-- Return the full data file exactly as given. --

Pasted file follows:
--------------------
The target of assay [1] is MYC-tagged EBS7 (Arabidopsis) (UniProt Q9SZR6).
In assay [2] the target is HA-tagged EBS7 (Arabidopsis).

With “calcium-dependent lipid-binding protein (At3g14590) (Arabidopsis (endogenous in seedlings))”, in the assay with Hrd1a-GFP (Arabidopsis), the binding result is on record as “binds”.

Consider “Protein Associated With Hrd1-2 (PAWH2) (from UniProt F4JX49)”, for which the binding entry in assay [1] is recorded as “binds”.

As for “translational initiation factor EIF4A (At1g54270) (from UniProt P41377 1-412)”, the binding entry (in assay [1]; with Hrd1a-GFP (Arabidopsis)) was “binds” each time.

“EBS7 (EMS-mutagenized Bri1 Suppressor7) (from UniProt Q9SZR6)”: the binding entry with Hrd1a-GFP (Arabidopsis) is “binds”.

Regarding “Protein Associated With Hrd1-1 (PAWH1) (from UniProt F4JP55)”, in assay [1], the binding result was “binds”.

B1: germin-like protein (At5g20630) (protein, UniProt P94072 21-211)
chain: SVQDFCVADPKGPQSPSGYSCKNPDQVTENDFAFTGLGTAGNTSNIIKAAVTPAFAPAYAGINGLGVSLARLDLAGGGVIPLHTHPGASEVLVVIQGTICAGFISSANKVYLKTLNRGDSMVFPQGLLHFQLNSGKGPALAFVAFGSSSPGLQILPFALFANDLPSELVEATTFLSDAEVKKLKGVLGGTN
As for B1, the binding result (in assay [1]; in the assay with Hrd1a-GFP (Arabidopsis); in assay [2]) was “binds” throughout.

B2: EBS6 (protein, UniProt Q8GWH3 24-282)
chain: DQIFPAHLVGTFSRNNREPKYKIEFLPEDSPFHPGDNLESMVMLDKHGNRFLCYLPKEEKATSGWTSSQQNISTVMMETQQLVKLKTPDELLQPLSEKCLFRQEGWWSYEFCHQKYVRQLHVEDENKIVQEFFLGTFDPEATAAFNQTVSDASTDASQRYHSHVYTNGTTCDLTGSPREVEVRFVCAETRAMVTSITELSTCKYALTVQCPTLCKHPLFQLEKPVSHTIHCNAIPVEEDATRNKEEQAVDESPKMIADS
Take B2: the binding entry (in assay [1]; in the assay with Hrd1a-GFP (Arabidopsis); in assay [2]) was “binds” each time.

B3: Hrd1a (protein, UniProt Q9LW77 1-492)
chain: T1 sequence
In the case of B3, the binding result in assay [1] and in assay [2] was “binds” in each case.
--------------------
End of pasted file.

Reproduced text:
The target of assay [1] is MYC-tagged EBS7 (Arabidopsis) (UniProt Q9SZR6).
In assay [2] the target is HA-tagged EBS7 (Arabidopsis).

With “calcium-dependent lipid-binding protein (At3g14590) (Arabidopsis (endogenous in seedlings))”, in the assay with Hrd1a-GFP (Arabidopsis), the binding result is on record as “binds”.

Consider “Protein Associated With Hrd1-2 (PAWH2) (from UniProt F4JX49)”, for which the binding entry in assay [1] is recorded as “binds”.

As for “translational initiation factor EIF4A (At1g54270) (from UniProt P41377 1-412)”, the binding entry (in assay [1]; with Hrd1a-GFP (Arabidopsis)) was “binds” each time.

“EBS7 (EMS-mutagenized Bri1 Suppressor7) (from UniProt Q9SZR6)”: the binding entry with Hrd1a-GFP (Arabidopsis) is “binds”.

Regarding “Protein Associated With Hrd1-1 (PAWH1) (from UniProt F4JP55)”, in assay [1], the binding result was “binds”.

B1: germin-like protein (At5g20630) (protein, UniProt P94072 21-211)
chain: SVQDFCVADPKGPQSPSGYSCKNPDQVTENDFAFTGLGTAGNTSNIIKAAVTPAFAPAYAGINGLGVSLARLDLAGGGVIPLHTHPGASEVLVVIQGTICAGFISSANKVYLKTLNRGDSMVFPQGLLHFQLNSGKGPALAFVAFGSSSPGLQILPFALFANDLPSELVEATTFLSDAEVKKLKGVLGGTN
As for B1, the binding result (in assay [1]; in the assay with Hrd1a-GFP (Arabidopsis); in assay [2]) was “binds” throughout.

B2: EBS6 (protein, UniProt Q8GWH3 24-282)
chain: DQIFPAHLVGTFSRNNREPKYKIEFLPEDSPFHPGDNLESMVMLDKHGNRFLCYLPKEEKATSGWTSSQQNISTVMMETQQLVKLKTPDELLQPLSEKCLFRQEGWWSYEFCHQKYVRQLHVEDENKIVQEFFLGTFDPEATAAFNQTVSDASTDASQRYHSHVYTNGTTCDLTGSPREVEVRFVCAETRAMVTSITELSTCKYALTVQCPTLCKHPLFQLEKPVSHTIHCNAIPVEEDATRNKEEQAVDESPKMIADS
Take B2: the binding entry (in assay [1]; in the assay with Hrd1a-GFP (Arabidopsis); in assay [2]) was “binds” each time.

B3: Hrd1a (protein, UniProt Q9LW77 1-492)
chain: T1 sequence
In the case of B3, the binding result in assay [1] and in assay [2] was “binds” in each case.